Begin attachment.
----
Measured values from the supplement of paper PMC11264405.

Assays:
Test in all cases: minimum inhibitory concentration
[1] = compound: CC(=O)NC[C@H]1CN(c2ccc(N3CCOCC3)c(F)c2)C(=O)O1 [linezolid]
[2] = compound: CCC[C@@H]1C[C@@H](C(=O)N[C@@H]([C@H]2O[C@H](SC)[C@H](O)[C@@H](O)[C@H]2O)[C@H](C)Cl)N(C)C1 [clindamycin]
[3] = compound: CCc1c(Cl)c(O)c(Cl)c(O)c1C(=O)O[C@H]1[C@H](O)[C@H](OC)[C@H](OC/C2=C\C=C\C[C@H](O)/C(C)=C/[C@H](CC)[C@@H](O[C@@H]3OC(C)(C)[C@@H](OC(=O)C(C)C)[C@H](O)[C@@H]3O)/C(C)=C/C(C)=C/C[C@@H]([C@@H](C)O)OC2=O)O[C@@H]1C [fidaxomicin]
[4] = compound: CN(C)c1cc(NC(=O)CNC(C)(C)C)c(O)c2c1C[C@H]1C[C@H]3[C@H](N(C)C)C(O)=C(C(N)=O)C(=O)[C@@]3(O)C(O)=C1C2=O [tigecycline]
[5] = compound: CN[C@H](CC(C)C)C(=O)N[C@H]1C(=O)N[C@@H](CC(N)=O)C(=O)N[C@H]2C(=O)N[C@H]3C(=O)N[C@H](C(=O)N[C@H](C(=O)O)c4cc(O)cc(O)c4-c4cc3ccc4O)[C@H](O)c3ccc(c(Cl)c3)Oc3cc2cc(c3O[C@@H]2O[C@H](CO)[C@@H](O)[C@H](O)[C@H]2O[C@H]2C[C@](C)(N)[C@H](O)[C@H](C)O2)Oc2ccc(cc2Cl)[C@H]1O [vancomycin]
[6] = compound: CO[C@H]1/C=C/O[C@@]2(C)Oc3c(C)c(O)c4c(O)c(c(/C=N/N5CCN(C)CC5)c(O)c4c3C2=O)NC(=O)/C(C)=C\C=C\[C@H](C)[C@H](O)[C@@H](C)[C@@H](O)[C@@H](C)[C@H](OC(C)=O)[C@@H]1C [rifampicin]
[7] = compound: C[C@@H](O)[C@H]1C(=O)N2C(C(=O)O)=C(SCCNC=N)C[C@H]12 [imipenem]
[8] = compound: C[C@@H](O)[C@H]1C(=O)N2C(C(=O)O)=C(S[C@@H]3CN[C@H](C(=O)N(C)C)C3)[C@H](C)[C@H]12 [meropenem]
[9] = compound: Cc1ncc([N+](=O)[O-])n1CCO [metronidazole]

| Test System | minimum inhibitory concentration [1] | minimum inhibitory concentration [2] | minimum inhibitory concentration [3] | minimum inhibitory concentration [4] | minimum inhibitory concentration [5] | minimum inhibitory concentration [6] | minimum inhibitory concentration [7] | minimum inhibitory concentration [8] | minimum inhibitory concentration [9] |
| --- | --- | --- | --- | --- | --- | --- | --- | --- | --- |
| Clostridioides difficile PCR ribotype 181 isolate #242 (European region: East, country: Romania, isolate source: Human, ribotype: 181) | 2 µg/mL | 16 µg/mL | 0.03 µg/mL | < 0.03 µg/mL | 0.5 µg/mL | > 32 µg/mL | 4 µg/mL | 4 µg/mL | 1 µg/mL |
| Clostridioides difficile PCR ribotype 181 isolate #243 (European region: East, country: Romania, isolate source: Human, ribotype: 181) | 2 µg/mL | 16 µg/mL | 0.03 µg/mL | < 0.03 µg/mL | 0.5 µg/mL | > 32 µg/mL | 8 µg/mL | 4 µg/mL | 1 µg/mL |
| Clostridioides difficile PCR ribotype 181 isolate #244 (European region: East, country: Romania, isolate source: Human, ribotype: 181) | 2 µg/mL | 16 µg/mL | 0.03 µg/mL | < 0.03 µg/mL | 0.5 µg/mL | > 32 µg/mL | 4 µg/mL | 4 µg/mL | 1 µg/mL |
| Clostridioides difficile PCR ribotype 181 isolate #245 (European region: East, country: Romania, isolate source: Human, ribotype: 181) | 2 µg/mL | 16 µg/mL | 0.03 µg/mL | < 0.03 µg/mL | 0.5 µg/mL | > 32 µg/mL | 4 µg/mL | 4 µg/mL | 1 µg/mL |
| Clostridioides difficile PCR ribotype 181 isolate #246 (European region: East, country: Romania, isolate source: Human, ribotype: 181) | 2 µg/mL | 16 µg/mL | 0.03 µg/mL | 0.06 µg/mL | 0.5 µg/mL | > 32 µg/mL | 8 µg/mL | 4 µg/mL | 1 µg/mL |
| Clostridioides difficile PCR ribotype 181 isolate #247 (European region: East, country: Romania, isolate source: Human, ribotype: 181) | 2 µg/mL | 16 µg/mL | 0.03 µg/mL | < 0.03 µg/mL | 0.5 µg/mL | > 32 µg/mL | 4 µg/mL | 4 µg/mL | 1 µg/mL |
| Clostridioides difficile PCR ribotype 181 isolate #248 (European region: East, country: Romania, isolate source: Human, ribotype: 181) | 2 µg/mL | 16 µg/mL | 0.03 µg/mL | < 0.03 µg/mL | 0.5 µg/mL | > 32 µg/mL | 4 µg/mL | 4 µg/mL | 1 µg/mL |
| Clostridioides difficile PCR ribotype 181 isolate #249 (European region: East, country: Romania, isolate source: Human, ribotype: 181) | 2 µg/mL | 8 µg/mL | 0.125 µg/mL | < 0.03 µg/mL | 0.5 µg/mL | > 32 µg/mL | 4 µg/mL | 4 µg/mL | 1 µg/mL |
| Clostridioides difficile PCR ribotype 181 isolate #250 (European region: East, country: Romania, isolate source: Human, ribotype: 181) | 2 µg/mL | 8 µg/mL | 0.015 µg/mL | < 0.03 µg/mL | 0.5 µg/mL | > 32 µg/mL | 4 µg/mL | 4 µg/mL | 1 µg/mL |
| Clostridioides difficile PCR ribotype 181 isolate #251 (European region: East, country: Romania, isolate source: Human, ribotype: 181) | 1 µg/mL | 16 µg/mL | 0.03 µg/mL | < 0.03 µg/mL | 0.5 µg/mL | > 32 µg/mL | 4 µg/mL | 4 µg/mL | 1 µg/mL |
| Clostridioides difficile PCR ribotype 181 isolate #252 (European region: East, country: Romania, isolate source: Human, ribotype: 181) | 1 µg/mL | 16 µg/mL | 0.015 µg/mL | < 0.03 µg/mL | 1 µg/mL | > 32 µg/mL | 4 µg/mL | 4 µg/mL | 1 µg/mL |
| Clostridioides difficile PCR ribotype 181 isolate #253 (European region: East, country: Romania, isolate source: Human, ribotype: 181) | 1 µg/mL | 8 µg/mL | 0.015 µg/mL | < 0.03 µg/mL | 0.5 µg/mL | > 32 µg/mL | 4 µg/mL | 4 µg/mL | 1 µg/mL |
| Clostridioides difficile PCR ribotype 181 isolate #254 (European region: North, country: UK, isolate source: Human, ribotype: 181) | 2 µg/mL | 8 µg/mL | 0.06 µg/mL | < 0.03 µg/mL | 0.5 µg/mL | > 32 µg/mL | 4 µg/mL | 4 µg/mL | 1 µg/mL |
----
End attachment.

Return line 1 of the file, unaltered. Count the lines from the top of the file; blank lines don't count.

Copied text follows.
Measured values from the supplement of paper PMC11264405.